Of the 3.4 million Yao people found in Malawi, Mozambique, and Tanzania, less than 2% are estimated to be Christians. The vast majority of the Yao have been Muslim for over a century, and while they have not been prone historically to Islamic extremism, they also have been one of the most difficult people groups to reach with the gospel in southern Africa. To many of the Yao, to be Yao is to be Muslim.
When we sent two Shepherds Academy students to Mangochi District (the Yao heartland) in June, we honestly had very low expectations, and we were amazed to have 3 baptized believers as a result of their labors.
Since June, we’ve been sending these two young men weekly to disciple this group of young believers. When we went on Tuesday to hold a Gospel School with this young church, we were amazed to meet 30 new believers, each one serious about Christ and sharing him with their families and neighbors.
In the coming weeks, our Shepherds Academy graduates will be leading the church to appoint their own pastor, and the church will begin to stand on its own two feet. William Carey famously said, “Expect great things from God. Attempt great things for God.” When I reviewed the gospel with these young believers, I felt the rebuke of the Holy Spirit for my low expectations, and what a blessed rebuke it was to be reminded that “with God all things are possible” (Matt 19:26).
Teaching believers to bear witness
Isaac and I held 4 Gospel Schools this month. For 3 of them, we met up with Michael in the Lower Shire and headed out to our most difficult-to-get-to districts. The final one was the one in Mangochi described above.
Focusing so much on Gospel Schools this month was a great reminder that we never outgrow the fundamentals. It was refreshing to teach the 4 truths of the gospel repeatedly: God is good. You are a sinner. Jesus is your Savior. Confess and believe!
At every location, we received thoughtful questions about genuine faith, assurance of salvation, and perseverance. At this point, we only have one district that we have not visited with a Gospel School, and we pray that we will have the opportunity to visit them before the end of the year.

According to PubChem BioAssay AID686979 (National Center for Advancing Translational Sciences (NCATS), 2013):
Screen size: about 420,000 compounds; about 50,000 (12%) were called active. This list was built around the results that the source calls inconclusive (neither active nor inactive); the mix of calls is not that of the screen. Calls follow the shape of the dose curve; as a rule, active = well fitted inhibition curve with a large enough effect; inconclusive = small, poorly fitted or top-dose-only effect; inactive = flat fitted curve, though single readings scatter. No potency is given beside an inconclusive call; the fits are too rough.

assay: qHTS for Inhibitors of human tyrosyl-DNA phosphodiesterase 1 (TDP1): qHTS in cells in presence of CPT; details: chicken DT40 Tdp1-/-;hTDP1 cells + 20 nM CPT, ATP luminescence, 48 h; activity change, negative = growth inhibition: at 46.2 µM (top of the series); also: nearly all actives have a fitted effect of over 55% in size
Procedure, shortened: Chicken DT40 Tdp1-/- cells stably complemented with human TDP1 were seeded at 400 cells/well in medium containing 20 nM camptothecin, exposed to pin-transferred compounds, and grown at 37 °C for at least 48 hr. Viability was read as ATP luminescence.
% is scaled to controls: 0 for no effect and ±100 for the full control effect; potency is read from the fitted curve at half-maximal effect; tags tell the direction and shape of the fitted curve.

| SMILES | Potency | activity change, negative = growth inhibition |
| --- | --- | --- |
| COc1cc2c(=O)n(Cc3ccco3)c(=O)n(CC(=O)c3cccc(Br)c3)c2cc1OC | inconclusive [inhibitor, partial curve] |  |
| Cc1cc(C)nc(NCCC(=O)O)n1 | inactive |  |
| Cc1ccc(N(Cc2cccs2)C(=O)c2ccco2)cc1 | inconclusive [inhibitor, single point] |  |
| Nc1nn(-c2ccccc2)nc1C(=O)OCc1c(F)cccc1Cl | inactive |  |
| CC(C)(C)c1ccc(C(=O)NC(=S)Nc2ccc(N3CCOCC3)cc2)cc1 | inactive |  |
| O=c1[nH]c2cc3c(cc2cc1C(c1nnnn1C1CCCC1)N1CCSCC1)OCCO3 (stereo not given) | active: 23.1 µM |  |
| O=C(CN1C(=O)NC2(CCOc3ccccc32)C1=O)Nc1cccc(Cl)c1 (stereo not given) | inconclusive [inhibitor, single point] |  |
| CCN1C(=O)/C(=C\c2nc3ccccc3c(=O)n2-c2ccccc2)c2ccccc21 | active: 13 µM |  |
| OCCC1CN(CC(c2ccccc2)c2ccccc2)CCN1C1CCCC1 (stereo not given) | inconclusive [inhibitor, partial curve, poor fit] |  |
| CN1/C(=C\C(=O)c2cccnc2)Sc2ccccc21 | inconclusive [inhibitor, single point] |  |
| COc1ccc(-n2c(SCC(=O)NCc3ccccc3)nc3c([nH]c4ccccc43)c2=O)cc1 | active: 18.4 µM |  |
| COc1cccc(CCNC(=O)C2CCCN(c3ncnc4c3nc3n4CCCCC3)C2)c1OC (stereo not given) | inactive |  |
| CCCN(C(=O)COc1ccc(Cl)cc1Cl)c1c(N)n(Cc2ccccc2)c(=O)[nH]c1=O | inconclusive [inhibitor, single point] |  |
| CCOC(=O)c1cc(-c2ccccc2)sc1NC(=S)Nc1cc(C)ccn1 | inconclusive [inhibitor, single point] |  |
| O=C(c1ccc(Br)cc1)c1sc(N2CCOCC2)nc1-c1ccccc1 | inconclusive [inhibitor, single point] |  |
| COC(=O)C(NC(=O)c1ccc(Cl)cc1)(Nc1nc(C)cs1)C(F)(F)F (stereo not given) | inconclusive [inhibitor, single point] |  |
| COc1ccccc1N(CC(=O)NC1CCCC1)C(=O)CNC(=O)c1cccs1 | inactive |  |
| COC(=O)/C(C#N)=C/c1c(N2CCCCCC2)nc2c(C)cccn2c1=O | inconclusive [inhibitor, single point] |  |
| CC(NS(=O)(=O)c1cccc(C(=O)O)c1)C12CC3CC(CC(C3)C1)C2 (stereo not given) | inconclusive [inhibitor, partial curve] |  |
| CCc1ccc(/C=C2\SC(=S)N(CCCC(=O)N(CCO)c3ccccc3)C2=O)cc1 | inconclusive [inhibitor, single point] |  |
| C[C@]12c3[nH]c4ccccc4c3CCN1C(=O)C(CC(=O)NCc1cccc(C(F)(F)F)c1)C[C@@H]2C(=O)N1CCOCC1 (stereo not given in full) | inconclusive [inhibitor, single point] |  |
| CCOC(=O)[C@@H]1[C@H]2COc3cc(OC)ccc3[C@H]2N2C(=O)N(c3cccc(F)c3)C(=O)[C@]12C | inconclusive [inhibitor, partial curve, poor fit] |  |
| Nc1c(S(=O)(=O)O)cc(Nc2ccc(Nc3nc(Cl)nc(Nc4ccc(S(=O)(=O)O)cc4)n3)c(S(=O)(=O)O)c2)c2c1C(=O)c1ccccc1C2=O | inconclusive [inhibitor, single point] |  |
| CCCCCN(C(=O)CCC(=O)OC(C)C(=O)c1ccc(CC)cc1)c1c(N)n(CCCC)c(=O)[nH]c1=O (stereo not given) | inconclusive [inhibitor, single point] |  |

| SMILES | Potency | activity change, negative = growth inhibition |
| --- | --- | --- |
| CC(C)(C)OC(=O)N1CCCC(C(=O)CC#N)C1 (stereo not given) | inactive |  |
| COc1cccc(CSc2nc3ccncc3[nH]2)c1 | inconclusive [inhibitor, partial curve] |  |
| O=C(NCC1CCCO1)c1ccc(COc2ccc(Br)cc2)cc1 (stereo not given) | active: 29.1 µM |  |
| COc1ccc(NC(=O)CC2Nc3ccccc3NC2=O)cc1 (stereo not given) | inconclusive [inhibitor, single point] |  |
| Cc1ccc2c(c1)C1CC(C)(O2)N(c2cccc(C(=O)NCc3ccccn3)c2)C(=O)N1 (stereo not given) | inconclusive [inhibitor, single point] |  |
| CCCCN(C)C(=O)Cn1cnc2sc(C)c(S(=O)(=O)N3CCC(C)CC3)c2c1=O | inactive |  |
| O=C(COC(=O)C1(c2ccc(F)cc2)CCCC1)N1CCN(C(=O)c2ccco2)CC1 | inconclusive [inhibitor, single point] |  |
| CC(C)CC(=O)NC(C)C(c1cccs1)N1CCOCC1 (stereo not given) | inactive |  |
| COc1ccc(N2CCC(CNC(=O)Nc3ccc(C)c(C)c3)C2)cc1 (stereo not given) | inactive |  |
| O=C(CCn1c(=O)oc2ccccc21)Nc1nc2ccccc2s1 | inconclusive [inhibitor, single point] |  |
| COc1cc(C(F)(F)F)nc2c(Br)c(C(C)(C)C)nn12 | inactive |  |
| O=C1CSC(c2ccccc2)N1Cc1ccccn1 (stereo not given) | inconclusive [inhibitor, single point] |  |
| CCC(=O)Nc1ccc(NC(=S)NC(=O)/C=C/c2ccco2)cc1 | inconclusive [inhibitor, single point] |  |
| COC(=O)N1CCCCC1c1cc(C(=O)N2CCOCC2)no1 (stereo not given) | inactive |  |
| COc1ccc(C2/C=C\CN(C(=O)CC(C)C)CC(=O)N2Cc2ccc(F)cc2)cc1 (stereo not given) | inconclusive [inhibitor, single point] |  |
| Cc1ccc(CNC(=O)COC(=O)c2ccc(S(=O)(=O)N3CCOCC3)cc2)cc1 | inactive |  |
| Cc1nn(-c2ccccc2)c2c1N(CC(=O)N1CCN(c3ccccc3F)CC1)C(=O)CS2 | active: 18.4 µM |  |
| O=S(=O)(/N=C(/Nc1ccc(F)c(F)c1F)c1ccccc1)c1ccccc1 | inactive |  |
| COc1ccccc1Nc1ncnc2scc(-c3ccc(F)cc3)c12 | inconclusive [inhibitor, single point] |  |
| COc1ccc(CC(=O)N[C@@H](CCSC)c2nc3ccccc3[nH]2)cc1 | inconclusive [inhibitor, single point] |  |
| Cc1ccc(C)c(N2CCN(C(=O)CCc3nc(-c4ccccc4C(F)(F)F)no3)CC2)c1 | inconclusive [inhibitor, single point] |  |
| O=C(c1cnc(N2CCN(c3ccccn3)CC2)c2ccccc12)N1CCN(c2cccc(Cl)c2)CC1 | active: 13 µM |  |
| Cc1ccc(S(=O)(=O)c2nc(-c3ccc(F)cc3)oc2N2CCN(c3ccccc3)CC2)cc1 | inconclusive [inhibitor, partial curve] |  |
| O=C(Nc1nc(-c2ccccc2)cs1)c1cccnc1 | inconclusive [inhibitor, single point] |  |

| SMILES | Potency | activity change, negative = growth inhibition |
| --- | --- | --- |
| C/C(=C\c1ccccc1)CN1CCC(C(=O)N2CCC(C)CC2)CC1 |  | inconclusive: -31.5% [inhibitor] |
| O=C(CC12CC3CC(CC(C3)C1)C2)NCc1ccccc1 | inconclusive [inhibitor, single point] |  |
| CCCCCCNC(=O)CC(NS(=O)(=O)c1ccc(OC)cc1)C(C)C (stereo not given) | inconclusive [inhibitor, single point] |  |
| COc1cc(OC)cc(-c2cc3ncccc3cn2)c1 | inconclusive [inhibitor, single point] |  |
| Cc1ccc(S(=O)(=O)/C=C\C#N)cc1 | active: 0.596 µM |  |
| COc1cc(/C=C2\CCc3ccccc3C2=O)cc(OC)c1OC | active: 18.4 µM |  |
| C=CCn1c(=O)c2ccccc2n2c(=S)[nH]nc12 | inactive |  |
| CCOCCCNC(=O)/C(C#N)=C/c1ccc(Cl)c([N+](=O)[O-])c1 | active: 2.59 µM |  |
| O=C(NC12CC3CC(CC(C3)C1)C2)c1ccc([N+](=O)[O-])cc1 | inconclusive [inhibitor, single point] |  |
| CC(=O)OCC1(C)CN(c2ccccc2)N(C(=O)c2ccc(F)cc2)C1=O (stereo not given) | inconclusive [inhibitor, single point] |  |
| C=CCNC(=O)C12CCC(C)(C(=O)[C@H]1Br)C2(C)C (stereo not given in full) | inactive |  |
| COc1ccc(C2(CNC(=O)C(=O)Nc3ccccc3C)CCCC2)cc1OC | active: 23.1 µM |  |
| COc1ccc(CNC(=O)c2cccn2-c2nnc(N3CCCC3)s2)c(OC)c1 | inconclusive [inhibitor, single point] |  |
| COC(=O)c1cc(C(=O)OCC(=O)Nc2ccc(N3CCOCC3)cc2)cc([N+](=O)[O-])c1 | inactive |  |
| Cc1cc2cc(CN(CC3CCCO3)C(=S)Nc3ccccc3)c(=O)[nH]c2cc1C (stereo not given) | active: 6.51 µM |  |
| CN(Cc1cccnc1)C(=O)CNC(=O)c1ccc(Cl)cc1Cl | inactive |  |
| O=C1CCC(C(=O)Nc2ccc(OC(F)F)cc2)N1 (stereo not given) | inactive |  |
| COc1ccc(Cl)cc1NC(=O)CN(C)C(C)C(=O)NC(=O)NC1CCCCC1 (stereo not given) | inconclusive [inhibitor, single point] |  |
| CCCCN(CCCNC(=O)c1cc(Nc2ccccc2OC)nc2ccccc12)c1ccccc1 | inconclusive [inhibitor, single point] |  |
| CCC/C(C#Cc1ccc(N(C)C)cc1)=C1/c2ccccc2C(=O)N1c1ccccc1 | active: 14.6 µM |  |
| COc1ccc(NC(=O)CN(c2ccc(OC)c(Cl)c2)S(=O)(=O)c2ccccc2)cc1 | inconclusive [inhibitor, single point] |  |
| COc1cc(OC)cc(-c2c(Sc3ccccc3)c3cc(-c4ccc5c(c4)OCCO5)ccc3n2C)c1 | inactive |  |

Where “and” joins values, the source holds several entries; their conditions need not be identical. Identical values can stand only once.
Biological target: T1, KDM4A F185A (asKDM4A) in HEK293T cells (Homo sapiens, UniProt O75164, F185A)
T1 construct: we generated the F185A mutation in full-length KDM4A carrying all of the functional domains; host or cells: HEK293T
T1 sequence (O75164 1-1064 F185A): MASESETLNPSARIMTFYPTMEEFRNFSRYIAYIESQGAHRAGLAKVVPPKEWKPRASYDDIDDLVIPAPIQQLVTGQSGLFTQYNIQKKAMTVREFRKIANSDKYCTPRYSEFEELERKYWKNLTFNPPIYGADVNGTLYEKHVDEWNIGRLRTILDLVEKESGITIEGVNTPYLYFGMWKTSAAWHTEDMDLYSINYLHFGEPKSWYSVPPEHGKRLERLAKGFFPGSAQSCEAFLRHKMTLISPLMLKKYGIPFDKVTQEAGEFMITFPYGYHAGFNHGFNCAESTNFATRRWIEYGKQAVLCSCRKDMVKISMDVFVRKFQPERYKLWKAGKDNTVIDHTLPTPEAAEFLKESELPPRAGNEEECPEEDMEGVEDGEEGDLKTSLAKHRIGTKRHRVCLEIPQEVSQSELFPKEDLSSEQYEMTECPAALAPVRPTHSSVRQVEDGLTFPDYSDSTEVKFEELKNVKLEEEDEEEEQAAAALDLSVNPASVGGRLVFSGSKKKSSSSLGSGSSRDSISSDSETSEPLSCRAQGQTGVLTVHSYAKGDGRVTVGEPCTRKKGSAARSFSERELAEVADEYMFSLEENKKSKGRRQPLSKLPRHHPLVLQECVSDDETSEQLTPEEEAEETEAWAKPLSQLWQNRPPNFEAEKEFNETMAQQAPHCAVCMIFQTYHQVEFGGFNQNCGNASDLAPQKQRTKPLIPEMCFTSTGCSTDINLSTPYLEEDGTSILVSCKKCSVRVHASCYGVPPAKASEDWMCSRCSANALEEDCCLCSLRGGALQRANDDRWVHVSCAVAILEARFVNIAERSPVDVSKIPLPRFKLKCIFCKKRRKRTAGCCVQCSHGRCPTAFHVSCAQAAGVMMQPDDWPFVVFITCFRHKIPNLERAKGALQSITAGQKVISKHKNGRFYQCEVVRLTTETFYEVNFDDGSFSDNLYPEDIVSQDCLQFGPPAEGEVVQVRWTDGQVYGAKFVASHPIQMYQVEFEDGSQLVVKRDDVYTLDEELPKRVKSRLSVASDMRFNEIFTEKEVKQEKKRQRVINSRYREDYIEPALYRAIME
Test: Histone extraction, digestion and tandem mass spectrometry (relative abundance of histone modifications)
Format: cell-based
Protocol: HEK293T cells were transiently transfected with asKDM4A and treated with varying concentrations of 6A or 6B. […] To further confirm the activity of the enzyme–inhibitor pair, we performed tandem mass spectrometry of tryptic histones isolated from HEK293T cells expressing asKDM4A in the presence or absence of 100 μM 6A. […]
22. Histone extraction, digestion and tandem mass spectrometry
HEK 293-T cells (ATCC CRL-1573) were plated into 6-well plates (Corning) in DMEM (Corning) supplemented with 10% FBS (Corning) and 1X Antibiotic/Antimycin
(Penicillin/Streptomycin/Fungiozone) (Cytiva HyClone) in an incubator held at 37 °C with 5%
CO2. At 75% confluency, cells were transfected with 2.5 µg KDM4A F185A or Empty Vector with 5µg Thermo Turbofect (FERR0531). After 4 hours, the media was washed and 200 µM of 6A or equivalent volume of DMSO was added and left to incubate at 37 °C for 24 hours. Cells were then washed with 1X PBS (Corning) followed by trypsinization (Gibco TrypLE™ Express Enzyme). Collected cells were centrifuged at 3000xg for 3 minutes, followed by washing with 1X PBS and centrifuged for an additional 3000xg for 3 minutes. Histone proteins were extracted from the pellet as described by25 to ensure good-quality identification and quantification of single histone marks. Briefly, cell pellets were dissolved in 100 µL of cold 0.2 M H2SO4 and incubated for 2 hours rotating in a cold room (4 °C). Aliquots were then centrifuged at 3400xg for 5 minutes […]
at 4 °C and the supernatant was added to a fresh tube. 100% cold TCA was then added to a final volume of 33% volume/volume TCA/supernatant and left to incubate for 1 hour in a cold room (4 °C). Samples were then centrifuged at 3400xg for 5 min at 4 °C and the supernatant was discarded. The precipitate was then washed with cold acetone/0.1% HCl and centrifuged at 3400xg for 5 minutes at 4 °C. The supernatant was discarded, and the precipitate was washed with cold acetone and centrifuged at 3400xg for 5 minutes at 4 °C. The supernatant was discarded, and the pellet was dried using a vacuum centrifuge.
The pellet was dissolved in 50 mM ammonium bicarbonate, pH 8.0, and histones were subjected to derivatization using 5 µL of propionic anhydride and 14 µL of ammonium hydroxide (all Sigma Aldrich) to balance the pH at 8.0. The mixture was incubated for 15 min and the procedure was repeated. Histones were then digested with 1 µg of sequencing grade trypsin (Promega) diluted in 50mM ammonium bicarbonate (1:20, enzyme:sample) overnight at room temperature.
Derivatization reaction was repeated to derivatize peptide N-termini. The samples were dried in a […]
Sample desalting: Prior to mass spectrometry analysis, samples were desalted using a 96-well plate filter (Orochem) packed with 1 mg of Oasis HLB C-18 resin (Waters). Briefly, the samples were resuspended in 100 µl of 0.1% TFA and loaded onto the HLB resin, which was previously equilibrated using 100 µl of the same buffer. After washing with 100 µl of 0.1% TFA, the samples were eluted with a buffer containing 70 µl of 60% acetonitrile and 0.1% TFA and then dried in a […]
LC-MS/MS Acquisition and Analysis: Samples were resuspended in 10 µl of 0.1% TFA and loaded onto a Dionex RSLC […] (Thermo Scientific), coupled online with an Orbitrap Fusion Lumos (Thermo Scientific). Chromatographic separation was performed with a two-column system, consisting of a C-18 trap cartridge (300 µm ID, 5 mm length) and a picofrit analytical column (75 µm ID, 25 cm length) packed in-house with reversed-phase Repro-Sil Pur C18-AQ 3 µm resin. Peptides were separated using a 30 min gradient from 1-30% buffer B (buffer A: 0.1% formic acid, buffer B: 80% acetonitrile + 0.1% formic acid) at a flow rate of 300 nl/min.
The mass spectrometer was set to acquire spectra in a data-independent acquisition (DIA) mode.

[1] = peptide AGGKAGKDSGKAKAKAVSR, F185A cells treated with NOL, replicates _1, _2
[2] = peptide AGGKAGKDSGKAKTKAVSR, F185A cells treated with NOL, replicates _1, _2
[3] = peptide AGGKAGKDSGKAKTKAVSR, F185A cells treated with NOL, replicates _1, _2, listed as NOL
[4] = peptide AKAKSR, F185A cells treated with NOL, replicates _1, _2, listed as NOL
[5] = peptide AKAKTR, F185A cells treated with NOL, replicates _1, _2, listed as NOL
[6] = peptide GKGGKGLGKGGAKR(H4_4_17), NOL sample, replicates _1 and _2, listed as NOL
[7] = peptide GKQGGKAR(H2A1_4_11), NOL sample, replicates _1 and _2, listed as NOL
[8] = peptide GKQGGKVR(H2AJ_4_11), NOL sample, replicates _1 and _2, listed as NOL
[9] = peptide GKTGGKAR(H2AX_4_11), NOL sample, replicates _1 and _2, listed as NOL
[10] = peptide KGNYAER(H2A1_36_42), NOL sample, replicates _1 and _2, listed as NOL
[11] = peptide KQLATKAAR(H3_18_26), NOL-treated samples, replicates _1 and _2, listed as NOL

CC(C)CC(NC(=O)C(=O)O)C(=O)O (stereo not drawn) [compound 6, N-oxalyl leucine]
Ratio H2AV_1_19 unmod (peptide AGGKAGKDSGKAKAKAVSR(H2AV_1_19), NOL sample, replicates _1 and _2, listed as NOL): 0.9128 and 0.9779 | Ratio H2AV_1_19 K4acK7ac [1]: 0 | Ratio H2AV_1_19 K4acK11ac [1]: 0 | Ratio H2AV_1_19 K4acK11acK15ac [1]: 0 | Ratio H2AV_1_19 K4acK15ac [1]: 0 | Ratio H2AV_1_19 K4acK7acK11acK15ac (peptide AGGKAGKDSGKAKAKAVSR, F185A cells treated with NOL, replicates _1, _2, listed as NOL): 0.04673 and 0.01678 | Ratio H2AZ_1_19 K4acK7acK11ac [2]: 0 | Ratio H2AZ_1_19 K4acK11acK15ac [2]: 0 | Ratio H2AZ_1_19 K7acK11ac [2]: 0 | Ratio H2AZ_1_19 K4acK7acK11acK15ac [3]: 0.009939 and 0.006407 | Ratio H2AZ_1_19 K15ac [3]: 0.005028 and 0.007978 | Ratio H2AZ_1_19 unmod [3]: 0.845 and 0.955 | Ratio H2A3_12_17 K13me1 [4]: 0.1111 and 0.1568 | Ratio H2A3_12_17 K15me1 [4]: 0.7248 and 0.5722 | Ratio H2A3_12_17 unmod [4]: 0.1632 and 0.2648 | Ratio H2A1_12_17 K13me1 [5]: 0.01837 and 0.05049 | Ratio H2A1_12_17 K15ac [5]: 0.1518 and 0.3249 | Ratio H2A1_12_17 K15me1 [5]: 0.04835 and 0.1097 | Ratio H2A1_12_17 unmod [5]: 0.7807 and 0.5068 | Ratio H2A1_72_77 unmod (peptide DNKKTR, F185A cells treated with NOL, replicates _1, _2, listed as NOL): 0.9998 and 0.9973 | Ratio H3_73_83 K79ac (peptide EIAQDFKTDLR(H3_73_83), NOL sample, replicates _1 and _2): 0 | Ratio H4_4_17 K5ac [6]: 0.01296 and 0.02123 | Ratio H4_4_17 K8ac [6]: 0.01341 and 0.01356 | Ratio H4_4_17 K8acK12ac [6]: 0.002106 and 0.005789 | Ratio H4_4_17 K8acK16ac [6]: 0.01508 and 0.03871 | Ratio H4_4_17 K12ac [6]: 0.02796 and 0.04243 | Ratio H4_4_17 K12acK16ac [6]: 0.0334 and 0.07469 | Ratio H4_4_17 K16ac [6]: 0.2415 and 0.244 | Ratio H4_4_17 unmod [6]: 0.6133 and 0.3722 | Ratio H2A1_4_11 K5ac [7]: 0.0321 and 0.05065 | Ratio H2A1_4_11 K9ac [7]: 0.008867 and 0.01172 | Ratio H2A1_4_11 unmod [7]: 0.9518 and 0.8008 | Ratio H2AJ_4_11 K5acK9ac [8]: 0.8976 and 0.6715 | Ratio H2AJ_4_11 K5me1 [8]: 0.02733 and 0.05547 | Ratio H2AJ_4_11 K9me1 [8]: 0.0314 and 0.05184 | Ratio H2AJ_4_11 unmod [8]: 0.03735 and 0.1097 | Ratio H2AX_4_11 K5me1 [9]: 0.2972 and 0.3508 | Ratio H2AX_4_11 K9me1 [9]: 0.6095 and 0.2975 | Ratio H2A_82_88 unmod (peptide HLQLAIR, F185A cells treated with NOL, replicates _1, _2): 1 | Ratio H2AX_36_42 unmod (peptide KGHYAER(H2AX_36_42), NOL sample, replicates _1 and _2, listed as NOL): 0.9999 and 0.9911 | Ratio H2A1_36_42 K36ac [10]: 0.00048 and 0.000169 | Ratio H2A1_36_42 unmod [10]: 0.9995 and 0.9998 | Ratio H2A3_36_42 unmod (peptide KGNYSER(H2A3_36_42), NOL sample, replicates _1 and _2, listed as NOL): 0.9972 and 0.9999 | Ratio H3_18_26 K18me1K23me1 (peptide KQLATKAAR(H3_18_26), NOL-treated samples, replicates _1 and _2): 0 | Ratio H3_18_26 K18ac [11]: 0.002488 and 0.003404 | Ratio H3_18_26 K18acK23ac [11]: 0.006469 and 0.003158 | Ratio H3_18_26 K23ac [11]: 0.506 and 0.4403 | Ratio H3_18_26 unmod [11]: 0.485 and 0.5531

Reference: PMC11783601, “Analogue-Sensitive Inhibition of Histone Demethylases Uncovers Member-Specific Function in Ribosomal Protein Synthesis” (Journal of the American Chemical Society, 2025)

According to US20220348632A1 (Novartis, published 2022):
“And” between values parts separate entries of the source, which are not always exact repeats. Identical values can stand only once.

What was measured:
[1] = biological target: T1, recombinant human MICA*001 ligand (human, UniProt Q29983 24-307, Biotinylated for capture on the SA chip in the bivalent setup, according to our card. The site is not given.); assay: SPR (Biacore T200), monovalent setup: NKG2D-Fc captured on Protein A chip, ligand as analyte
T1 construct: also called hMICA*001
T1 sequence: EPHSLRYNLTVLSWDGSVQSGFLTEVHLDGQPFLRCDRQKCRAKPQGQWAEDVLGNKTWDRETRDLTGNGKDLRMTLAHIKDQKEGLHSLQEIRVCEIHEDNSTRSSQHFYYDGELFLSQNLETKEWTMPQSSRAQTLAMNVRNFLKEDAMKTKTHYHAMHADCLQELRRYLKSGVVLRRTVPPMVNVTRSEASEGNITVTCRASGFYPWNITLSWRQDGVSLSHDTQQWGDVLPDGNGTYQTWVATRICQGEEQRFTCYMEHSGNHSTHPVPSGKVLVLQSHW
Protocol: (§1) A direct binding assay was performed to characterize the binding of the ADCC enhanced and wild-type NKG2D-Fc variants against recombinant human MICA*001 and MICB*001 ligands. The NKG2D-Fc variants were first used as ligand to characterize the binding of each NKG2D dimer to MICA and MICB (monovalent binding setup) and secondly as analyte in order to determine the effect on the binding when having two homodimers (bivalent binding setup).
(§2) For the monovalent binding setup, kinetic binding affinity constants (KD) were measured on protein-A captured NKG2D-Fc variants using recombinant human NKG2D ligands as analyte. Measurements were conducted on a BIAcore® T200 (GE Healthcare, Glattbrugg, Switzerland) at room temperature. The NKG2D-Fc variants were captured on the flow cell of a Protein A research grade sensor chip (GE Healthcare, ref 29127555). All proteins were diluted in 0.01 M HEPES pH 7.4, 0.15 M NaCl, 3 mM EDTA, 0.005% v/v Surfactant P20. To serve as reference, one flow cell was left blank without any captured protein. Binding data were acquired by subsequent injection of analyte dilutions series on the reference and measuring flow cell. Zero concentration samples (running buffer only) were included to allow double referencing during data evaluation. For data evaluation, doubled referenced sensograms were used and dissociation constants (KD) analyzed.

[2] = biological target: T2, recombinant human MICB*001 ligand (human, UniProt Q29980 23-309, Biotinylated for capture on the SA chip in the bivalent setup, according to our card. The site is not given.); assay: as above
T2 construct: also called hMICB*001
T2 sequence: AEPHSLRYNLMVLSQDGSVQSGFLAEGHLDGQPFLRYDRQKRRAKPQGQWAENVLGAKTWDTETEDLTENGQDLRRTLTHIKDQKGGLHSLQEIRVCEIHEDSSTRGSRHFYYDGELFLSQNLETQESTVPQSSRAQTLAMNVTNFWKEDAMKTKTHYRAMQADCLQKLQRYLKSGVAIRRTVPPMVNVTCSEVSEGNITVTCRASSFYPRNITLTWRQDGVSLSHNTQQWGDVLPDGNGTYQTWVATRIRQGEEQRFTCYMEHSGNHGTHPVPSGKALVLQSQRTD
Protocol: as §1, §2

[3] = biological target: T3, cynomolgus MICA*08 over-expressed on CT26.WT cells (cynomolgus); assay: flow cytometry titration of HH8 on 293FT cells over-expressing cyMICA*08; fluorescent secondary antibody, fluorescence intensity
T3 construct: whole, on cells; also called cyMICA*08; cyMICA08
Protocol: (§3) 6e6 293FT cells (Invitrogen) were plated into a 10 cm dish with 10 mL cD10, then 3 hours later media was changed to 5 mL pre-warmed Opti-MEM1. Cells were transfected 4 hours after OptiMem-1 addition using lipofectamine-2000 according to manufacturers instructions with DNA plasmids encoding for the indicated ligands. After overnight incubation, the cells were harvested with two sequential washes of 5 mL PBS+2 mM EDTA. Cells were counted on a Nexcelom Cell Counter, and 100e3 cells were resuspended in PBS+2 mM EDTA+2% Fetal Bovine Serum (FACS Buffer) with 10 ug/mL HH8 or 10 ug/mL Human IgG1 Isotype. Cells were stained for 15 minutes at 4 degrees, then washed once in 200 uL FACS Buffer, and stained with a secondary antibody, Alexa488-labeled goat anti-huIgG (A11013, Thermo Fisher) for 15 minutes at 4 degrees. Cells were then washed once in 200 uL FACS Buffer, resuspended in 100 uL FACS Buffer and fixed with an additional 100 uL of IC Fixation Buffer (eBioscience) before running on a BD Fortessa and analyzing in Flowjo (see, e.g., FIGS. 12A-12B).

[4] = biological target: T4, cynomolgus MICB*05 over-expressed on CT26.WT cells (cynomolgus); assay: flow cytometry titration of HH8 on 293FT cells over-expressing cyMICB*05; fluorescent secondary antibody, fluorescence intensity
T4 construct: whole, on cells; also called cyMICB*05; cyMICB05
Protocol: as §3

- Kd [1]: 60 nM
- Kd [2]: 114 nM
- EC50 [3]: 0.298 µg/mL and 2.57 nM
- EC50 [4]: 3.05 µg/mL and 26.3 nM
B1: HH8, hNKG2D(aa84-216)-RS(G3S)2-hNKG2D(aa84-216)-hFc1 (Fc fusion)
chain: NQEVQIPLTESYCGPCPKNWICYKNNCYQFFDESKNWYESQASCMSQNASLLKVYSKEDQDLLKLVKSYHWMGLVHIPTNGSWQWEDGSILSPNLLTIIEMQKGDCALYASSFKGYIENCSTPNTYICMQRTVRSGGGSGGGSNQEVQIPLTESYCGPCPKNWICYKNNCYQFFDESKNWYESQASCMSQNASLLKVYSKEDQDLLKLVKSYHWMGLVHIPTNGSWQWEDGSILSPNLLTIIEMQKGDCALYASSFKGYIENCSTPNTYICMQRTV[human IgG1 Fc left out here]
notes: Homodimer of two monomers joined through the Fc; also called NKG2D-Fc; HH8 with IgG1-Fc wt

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Making the gospel known to youth
Our day camp teams will be winding down this week and returning their bikes and supplies. While we still are awaiting the final field reports, so far we know that these 9 teams visited 194 villages, and they report that over 7,000 people heard the gospel through these programs focused on reaching youth.
The majority of the day camp team members are Shepherds Academy students, who will soon be returning to school for their final year of training. We believe that this ministry experience will deepen their desire to learn in the classroom.
Serving the sick
We are excited to have the founders of this ministry, Eric and Stephanie Chapman, returning to Malawi this week for the next couple of months. The Chapmans will be leading our final round of mobile medical clinics for the year during the month of October, and at the end of the month, we will be joining together with the pastors from our partner churches for the Founder’s Conference, which is a celebration of all God has been doing over the past year.
Training more laborers
On Monday, we will be shifting gears as we kick off the third year of Shepherds Academy. We expect to have 13 students returning for their second year of study, and we have accepted 17 students into the freshman class. You can sponsor a student for $30/month or $360/year by giving to our Pastor Training fund, and you will receive a profile of your sponsored student.
As we see what God is doing among the Yao in Mangochi, as well as in several other places, it is clear that we are achieving our goal of creating a training program that will feed directly into evangelism and church planting. We have been encouraged even more to nourish the minds and hearts of these young men, so that we can see God send them out as laborers into his fields, which are already white with harvest.